The main benefits of investing in art are a sense of personal satisfaction and the financial benefit of an artwork’s appreciation in value over time. Investing in art also lets collectors see and enjoy their investments daily in a way that isn’t available to those whose investments are in stocks and bonds. As a financial investment, good art often appreciates independent of traditional economic measures like inflation or securities market indexes.
Even though art investments often appreciate slowly in value, they don’t often lose value like their traditional counterparts in the equities markets. Also unlike more traditional investments, there’s no art investment equivalent to a company’s going out of business. An artist’s output may be steady or sporadic, but immediately becomes finite upon death or retirement, often leading to dramatic increases in value. Another significant difference between investing in art and traditional investing is the duration of the investment. A stock or bond held for more than a year is considered a long-term investment; artwork is more commonly held for decades before being sold. Like traditional investing, the art world has its share of hucksters and scam artists; investors in both fields should thoroughly research their purchases, enlisting professional help if necessary, to ensure their legitimacy.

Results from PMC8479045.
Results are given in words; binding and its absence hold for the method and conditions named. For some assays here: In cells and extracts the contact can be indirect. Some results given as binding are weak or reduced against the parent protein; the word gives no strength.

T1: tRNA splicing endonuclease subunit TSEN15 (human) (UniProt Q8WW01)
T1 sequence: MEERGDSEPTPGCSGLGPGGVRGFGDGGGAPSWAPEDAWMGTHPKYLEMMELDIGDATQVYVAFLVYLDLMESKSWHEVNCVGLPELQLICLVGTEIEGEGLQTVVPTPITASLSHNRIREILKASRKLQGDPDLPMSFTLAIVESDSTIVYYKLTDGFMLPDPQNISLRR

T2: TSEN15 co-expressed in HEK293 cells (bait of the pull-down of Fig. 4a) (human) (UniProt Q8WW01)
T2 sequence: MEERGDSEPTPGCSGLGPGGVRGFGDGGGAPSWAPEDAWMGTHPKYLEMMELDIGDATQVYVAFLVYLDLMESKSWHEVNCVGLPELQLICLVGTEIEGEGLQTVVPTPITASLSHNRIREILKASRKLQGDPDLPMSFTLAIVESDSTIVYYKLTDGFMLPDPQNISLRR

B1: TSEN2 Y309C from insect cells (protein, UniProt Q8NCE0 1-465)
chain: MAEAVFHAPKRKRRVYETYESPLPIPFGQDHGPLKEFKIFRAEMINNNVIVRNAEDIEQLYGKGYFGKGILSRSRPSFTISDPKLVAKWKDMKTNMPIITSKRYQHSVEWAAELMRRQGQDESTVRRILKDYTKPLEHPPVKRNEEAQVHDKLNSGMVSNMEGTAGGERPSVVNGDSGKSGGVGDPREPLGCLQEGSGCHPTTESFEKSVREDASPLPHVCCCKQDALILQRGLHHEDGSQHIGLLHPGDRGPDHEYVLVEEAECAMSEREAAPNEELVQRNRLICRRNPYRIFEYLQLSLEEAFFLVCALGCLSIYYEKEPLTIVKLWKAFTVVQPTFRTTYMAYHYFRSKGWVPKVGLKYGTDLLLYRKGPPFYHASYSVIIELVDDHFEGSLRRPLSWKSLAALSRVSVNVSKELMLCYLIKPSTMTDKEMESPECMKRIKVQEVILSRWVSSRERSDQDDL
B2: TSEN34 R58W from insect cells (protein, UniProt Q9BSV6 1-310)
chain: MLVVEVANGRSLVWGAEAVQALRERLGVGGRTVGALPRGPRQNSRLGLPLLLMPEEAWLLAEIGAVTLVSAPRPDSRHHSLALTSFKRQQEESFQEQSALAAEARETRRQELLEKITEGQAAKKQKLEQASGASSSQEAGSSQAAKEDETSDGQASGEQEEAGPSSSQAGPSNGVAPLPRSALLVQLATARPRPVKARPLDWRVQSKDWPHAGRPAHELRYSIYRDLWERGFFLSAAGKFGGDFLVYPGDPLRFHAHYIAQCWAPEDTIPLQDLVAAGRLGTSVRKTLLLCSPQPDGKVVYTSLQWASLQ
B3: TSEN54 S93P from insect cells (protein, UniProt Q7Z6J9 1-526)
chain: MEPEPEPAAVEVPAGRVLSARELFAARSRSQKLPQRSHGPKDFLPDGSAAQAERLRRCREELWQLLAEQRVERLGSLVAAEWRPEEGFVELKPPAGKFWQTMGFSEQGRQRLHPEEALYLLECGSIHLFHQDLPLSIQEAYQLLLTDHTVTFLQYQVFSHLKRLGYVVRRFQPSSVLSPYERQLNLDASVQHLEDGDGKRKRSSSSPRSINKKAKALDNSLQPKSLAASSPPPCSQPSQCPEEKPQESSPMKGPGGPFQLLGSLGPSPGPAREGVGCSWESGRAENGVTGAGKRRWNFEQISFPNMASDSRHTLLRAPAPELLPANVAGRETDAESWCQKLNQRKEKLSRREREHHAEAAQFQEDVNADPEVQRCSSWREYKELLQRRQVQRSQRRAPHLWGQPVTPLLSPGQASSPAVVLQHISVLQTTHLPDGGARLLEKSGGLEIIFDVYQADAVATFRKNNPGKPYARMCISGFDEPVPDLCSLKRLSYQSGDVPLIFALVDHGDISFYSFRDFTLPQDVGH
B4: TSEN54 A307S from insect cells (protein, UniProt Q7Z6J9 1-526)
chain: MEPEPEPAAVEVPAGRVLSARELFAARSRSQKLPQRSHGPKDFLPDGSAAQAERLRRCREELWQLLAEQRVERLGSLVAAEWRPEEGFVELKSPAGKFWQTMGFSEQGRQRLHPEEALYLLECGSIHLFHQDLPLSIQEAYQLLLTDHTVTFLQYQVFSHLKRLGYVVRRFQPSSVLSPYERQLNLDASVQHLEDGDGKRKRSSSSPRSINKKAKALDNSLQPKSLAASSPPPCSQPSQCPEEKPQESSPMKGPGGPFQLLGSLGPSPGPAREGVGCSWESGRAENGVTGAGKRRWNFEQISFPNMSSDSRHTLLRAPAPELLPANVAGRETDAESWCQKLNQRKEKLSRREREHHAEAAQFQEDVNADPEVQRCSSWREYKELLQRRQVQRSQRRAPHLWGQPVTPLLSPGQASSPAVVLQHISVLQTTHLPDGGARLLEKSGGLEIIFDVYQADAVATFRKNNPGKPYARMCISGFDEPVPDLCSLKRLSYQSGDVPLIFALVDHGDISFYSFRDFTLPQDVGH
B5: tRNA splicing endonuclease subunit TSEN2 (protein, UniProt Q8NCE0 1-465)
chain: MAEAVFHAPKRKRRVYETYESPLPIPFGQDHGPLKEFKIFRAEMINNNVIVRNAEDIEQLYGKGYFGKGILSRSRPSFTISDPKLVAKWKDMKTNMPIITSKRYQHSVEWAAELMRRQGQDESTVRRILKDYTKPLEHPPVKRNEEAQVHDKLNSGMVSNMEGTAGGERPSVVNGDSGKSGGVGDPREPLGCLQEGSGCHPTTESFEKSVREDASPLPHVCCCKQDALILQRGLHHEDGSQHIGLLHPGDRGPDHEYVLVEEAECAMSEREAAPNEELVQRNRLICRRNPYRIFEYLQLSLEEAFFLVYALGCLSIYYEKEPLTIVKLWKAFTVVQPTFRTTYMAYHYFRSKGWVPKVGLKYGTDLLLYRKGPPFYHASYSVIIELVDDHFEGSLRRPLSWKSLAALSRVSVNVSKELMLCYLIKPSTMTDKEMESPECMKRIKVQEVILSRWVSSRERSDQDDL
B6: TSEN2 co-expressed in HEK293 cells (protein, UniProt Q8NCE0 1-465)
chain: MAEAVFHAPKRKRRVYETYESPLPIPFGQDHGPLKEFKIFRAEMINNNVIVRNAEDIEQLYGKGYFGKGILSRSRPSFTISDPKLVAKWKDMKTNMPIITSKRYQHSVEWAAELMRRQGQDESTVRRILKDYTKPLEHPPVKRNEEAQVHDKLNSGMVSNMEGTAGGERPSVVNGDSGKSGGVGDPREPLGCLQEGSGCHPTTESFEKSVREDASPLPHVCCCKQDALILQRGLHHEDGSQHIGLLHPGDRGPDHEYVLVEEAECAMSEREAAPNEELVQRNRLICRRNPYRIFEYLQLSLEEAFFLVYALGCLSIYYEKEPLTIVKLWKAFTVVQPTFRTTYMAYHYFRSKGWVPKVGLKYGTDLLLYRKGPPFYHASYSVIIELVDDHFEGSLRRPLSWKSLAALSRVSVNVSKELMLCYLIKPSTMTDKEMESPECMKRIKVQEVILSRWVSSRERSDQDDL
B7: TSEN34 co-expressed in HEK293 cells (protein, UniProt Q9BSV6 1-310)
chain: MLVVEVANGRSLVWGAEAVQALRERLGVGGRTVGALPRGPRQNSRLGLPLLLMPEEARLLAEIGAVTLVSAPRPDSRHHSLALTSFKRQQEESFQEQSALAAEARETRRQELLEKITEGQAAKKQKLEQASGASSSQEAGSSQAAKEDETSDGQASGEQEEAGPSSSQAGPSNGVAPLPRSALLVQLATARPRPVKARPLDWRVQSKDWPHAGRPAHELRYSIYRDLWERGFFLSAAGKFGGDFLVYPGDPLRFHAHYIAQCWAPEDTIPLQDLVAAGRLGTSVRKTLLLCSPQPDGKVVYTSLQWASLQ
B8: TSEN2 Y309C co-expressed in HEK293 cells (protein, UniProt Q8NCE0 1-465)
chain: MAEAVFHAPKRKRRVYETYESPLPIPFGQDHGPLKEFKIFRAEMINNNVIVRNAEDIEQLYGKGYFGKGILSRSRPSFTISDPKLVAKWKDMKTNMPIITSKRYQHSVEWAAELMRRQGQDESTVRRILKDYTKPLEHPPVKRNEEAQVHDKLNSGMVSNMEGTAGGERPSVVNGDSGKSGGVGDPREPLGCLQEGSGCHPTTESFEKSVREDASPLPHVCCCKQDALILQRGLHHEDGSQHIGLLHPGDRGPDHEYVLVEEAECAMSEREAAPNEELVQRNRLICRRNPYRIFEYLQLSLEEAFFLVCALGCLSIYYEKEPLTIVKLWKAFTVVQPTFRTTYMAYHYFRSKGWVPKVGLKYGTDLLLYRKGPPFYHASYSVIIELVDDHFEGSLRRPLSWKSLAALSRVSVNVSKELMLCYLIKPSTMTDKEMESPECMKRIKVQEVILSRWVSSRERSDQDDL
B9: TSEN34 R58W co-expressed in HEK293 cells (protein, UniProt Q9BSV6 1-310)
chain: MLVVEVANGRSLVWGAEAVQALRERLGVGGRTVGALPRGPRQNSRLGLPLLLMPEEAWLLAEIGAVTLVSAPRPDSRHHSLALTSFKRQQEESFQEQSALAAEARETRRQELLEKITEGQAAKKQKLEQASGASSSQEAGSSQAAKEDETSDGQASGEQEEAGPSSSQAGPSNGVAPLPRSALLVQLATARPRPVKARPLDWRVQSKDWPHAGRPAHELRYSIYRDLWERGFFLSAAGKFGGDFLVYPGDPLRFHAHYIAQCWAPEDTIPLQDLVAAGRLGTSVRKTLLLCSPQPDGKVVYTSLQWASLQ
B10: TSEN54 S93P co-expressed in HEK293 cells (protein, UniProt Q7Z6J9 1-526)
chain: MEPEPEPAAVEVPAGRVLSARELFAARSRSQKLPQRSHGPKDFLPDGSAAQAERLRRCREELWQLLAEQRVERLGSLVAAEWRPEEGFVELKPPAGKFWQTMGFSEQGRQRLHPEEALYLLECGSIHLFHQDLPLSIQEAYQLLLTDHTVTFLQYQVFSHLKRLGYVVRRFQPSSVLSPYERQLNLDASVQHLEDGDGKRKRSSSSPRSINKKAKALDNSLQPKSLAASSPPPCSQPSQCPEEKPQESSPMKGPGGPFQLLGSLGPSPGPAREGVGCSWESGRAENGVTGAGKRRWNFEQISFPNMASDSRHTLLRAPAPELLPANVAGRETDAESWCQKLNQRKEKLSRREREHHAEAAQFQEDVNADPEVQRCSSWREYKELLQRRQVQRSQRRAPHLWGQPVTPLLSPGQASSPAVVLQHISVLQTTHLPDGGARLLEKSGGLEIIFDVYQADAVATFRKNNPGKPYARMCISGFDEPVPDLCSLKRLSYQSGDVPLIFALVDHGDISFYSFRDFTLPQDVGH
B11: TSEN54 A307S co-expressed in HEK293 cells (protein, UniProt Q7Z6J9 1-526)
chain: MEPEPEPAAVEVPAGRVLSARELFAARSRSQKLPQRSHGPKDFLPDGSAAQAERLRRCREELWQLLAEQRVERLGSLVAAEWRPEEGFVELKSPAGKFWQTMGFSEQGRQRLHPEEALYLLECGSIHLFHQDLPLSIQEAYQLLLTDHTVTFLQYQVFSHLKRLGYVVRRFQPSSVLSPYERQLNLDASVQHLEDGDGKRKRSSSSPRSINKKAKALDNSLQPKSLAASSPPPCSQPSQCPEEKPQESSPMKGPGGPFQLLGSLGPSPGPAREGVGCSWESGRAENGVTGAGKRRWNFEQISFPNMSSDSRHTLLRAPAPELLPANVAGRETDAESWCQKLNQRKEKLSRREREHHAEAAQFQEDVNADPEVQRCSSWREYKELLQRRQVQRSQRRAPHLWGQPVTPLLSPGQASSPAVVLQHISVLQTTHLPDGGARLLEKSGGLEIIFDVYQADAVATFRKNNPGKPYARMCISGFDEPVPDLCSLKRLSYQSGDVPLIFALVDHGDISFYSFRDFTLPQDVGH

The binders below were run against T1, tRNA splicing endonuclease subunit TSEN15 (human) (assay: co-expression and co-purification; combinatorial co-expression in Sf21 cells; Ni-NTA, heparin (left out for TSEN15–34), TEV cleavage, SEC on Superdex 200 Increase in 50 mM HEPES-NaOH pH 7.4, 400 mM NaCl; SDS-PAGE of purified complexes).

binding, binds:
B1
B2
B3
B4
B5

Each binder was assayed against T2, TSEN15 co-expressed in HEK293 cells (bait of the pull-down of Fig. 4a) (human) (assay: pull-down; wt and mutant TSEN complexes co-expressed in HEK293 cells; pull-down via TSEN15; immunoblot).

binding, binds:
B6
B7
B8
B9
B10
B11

When investing in art is done strictly for financial benefits, though, it has its drawbacks. For example, art that’s already been recognized as being of investment quality can be very expensive, and should be purchased only after the investor’s financial security has been more or less guaranteed with other more traditional investments. While it’s very possible to buy art inexpensively from new artists and hope its value appreciates over time, if the artist never gains favor with critics or the art-buying public, the works’ appreciation may not match that of stocks and bonds or even keep up with inflation. Another drawback is that artwork is illiquid and can’t be sold as easily as traditional investments like stocks and bonds. The sale of investment-grade artwork often requires the services of a dealer or an auction house to realize full value, thus diminishing investor’s actual return.
Art investment can provide an investor with other very satisfying benefits. For example, individual works can be loaned to museums, enhancing the investor’s reputation and prestige. Astute investors, in fact, often exploit every opportunity to show their art in as many ways as possible, thus continually promoting the artists and potentially enhancing the value of their collection. Investors who specialize in particular artists may find themselves routinely invited to exhibits of their work. Galleries do this to promote sales, while the investors enjoy the opportunity to meet the artist and mingle with fellow aficionados.
Like any other type of investing, investing in art requires some expertise if it’s to be successful. It’s easy enough to buy a sculpture, oil painting or photograph that one likes, but that’s not the same as buying works primarily for their potential for increasing in value over time. Many art investors routinely consult with art investment professionals before making any art investment purchases.